Friday, June 5, 2009
MR SR NATHAN, 84
2009: President of Singapore
1959: Welfare officer for seafarers
'When internal self-government was announced, I saw it as a new beginning. But my first reaction...was a mixed one. There was exuberance on our part that this had been achieved, we were halfway towards independence.
'But in the (mainly Chinese) crowds that milled around City Hall, I found myself a stranger. This milling crowd was sometimes hostile in appearance and hostile in demeanour.
'So my main preoccupation was, what awaited us? Will we be overwhelmed by this crowd, and their behaviour?'
MR LEE HSIEN LOONG, 57
2009: Prime Minister of Singapore
1959: Primary 2 student at Nanyang Primary School
'We did not have National Education classes, but our whole society was in ferment, caught up in the excitement of the anti-colonial struggle. Major events were taking place which affected all our lives.
'Those my age, and older, will remember 1959 not only as the year we attained self-government, but also the year when the PAP first came into power.
'But for many younger ones, 1959 does not immediately ring a bell. Yet it was an important milestone on the road to separation and independence in 1965. We should not let this 50th anniversary of self-government pass unnoticed.
'Half a century ago, Singapore embarked on a journey which led, through many twists and turns, to where we are today.'
MR CHAN CHEE SENG, 77
2009: Chairman of a company running a Singapore international school in China
1959: PAP legislative assemblyman for Jalan Besar
'We were quite excited because we were on the winning side, and not squatting by the roadside in the governing of our own country.
'Our leader Lee Kuan Yew had succeeded in leading us on the road to independence. Previously, the British were running the show and there was high unemployment, bad housing, etc. So we had to get our act together and look at how we could solve these problems.'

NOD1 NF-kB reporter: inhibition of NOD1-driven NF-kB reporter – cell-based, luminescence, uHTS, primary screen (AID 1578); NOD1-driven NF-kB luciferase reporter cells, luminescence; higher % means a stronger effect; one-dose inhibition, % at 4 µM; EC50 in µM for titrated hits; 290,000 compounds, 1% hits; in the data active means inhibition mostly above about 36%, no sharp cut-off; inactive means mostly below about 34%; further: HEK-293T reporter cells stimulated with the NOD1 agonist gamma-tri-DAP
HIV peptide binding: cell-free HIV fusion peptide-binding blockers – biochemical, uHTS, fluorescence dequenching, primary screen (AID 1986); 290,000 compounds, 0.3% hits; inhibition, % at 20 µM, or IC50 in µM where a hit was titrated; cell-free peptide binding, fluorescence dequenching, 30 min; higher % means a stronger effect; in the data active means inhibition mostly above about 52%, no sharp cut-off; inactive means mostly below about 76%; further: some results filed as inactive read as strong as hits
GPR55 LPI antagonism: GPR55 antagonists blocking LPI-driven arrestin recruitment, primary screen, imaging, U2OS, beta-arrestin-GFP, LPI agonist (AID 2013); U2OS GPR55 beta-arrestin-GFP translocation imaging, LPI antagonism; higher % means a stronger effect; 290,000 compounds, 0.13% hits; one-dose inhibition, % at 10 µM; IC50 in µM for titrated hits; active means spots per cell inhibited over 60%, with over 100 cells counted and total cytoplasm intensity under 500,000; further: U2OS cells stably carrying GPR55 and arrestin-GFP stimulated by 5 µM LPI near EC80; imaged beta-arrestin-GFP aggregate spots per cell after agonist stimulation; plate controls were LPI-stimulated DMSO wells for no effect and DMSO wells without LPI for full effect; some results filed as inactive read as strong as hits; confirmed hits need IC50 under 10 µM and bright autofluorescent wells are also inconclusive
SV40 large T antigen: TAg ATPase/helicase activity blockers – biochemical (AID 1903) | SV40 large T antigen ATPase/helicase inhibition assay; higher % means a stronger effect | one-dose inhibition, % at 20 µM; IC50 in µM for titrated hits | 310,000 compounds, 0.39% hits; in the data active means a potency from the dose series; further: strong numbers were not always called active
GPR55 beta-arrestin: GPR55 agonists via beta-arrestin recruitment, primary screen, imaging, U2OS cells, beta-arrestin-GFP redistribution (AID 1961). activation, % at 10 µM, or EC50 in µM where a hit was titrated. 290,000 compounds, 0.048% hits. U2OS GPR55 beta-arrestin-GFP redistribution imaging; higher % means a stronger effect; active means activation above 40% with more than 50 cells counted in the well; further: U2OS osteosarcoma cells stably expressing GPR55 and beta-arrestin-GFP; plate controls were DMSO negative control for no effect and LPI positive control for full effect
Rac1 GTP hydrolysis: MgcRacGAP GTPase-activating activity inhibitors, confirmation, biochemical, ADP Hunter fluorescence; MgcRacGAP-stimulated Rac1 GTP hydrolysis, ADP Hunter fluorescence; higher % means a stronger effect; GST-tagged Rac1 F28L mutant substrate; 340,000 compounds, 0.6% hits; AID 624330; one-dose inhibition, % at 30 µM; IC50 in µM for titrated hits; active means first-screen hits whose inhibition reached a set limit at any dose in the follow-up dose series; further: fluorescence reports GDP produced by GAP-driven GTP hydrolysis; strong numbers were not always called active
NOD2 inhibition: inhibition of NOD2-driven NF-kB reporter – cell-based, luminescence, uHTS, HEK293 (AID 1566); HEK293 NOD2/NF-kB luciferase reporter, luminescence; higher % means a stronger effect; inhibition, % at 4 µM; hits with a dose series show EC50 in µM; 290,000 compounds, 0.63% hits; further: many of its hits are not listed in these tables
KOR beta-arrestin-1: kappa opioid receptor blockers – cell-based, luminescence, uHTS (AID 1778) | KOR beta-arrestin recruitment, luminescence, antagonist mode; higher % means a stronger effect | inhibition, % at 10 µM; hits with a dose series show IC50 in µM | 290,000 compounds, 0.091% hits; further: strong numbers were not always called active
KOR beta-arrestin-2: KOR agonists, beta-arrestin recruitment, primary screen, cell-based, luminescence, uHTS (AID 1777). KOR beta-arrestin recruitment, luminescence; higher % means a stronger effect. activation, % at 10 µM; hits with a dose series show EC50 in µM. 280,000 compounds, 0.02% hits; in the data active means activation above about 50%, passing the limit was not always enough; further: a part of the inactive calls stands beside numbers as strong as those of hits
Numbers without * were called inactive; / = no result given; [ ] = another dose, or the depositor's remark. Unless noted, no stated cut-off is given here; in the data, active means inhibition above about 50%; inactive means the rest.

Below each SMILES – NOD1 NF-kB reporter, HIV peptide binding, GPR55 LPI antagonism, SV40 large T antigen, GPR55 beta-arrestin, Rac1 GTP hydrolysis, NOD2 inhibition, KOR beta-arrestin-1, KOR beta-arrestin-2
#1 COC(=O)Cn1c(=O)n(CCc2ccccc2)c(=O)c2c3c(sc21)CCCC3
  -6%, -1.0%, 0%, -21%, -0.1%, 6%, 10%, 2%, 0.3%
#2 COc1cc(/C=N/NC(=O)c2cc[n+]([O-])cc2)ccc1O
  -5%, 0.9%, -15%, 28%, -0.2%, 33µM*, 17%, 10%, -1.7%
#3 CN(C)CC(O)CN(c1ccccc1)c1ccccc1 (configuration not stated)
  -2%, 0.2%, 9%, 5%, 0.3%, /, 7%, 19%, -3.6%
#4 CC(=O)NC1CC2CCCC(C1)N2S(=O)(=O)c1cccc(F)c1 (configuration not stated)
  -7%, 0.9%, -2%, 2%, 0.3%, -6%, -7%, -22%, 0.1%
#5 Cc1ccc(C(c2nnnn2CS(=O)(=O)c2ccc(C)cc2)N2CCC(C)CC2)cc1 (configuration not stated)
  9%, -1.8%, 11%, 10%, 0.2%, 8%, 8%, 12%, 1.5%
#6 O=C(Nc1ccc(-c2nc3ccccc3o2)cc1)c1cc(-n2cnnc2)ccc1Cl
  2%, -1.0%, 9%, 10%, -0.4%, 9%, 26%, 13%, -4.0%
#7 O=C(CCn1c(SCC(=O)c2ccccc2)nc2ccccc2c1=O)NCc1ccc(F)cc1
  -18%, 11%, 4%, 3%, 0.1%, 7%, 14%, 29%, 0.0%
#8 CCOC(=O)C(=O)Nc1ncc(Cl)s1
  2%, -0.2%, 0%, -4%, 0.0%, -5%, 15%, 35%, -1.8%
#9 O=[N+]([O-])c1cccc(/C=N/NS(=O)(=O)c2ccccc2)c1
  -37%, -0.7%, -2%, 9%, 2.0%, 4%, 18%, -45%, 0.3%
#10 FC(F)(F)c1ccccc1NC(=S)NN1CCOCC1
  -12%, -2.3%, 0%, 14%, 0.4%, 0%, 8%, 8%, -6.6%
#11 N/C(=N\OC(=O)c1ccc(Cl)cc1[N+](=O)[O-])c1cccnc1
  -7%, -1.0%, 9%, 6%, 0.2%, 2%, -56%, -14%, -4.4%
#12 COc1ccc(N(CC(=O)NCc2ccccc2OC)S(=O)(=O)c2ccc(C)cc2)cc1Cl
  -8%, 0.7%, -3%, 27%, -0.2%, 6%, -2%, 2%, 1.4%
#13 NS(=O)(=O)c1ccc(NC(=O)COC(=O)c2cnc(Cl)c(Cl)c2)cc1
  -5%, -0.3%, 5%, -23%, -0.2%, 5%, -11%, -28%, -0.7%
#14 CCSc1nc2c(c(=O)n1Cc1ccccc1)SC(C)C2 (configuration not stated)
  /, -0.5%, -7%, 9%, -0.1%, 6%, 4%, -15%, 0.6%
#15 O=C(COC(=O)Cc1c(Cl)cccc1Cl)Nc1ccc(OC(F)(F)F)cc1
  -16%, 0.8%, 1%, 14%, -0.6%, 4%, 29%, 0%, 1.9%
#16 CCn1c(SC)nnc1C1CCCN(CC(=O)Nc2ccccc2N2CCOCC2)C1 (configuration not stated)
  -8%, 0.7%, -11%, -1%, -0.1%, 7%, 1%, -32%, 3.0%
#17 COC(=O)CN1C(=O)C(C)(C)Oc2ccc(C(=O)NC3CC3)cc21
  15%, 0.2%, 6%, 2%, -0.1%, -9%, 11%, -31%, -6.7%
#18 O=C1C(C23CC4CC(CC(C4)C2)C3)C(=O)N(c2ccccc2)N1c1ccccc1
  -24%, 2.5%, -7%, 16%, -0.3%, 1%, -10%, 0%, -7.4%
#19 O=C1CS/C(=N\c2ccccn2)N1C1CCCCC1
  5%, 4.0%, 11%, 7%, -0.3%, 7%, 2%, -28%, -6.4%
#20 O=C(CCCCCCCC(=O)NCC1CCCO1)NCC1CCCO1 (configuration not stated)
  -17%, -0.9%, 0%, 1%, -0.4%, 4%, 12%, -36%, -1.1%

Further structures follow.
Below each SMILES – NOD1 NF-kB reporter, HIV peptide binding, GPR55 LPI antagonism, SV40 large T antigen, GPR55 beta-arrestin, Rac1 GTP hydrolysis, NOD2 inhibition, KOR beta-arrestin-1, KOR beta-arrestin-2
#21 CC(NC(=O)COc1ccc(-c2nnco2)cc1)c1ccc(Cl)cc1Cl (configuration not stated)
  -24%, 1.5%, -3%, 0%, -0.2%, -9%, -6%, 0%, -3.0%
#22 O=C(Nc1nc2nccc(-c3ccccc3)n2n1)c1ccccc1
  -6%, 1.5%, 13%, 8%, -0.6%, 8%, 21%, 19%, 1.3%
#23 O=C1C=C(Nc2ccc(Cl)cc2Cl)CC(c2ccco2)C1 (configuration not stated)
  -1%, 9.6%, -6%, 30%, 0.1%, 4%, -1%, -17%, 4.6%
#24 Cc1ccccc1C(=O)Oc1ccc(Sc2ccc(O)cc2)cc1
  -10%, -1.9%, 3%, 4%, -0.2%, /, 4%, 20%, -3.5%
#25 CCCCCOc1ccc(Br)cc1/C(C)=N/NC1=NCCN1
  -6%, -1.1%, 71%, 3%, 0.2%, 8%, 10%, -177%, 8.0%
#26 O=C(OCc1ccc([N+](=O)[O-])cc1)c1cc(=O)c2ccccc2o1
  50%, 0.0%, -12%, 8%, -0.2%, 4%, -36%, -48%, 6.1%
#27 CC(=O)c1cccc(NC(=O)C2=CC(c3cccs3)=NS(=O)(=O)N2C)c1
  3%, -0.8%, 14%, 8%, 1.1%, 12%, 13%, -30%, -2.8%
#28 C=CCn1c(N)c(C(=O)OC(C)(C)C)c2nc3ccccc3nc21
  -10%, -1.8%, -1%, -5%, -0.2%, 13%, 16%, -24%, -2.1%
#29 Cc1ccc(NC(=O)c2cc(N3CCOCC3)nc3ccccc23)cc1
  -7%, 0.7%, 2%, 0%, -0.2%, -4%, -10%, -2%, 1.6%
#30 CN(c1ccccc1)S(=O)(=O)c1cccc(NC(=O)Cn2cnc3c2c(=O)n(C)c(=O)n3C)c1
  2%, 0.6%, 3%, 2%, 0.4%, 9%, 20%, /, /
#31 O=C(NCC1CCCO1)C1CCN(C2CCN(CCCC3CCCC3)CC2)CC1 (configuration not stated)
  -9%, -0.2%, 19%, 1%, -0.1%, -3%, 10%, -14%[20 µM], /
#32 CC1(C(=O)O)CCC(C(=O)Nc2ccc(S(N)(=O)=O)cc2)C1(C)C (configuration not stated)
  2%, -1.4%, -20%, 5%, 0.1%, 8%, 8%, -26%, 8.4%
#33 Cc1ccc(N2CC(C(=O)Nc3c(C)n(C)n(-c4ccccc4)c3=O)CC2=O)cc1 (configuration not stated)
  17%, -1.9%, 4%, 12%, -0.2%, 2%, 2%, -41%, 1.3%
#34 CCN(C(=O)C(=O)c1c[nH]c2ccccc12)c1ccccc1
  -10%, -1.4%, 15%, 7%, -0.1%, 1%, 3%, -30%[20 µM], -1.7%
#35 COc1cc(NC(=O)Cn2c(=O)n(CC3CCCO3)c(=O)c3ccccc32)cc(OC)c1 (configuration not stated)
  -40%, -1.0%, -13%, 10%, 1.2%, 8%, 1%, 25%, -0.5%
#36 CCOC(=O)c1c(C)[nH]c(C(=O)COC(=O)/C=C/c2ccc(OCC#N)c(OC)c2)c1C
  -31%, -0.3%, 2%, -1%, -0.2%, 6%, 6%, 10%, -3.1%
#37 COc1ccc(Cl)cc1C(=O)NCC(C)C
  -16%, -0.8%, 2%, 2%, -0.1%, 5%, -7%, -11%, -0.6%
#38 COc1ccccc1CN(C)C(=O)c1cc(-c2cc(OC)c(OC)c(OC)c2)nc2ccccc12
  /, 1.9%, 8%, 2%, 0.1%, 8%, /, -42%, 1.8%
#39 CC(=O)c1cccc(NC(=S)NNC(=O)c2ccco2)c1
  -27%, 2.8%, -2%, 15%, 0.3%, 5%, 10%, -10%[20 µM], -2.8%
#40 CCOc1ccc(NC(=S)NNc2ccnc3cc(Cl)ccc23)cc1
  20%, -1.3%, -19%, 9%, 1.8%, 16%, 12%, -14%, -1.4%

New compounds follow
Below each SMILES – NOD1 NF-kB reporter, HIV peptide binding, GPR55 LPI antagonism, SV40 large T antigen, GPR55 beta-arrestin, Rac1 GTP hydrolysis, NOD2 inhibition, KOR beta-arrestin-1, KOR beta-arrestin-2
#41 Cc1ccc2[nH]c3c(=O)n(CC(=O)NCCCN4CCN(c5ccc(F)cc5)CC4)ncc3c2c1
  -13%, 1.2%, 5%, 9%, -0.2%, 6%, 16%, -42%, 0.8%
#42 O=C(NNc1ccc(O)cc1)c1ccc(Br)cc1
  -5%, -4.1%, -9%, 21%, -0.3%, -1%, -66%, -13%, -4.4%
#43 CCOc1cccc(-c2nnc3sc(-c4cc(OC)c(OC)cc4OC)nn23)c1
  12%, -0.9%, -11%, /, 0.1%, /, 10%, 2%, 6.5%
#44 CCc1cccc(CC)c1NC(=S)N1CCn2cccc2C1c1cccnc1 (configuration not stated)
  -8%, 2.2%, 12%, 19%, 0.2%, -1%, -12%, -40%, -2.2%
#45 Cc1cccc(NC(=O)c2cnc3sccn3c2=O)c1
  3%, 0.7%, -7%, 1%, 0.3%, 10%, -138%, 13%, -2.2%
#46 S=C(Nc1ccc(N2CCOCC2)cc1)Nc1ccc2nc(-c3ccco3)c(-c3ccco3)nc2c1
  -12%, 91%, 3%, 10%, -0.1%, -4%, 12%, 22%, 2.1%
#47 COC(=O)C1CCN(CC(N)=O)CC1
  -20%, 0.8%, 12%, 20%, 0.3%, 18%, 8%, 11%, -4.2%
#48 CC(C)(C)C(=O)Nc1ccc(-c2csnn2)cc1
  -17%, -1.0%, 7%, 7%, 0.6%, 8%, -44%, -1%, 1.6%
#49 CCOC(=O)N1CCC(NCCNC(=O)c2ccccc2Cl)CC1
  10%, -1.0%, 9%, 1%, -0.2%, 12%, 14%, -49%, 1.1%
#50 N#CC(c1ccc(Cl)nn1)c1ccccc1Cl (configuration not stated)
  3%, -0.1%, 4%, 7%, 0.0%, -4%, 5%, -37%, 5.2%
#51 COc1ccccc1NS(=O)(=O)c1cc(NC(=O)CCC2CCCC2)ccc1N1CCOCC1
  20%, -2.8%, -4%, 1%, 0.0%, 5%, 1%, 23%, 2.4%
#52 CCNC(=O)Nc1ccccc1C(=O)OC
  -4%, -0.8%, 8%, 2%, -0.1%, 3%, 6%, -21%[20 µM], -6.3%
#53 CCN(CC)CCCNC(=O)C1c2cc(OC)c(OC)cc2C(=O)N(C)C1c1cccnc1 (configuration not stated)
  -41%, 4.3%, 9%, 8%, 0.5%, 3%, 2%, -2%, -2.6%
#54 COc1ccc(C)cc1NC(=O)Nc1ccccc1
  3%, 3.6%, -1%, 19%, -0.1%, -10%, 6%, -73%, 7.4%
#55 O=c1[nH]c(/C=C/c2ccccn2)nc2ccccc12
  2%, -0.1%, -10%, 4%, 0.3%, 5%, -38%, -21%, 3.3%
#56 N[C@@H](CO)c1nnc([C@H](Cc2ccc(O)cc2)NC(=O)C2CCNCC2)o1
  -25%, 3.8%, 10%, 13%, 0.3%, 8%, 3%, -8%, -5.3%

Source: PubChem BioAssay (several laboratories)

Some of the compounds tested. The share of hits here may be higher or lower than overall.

MR FONG SWEE SUAN, 77
2009: Retired businessman
1959: Chinese-educated unionist, anti-colonial activist and founding member of the PAP who was detained in Changi Prison by the British
'That day, June 3, we were in Changi Prison, wondering how will Lee Kuan Yew treat us when we come out? Will our supporters still support us?
'We were happy that we had achieved self-government. But it was not yet independence. It was the first step of a long journey.'
MR TAN KOK KIONG, 68
2009: Lawyer and vice-chairman (education committee) in Singapore Hokkien Huay Kuan
1959: Chung Cheng High School student
'The English-educated were the privileged class then. So long as they had a Cambridge certificate, they had very good pay. They also had other benefits - for instance, the civil servants were provided with transport at pick-up points.
'Dr Goh Keng Swee's speech was a wake-up call to them, that times have changed and they should identify themselves with the rest of society.'
MR LEE KOON SENG, 85
2009: Operations manager at Banquet chain of foodcourts
1959: Businessman running a chemical business
'The day we got self-government was an important day. I remember staying up with my family to listen to the announcement on radio.
'But I went to work the next day to take care of my business. Like most Chinese in Singapore, at that time what was most important was our business.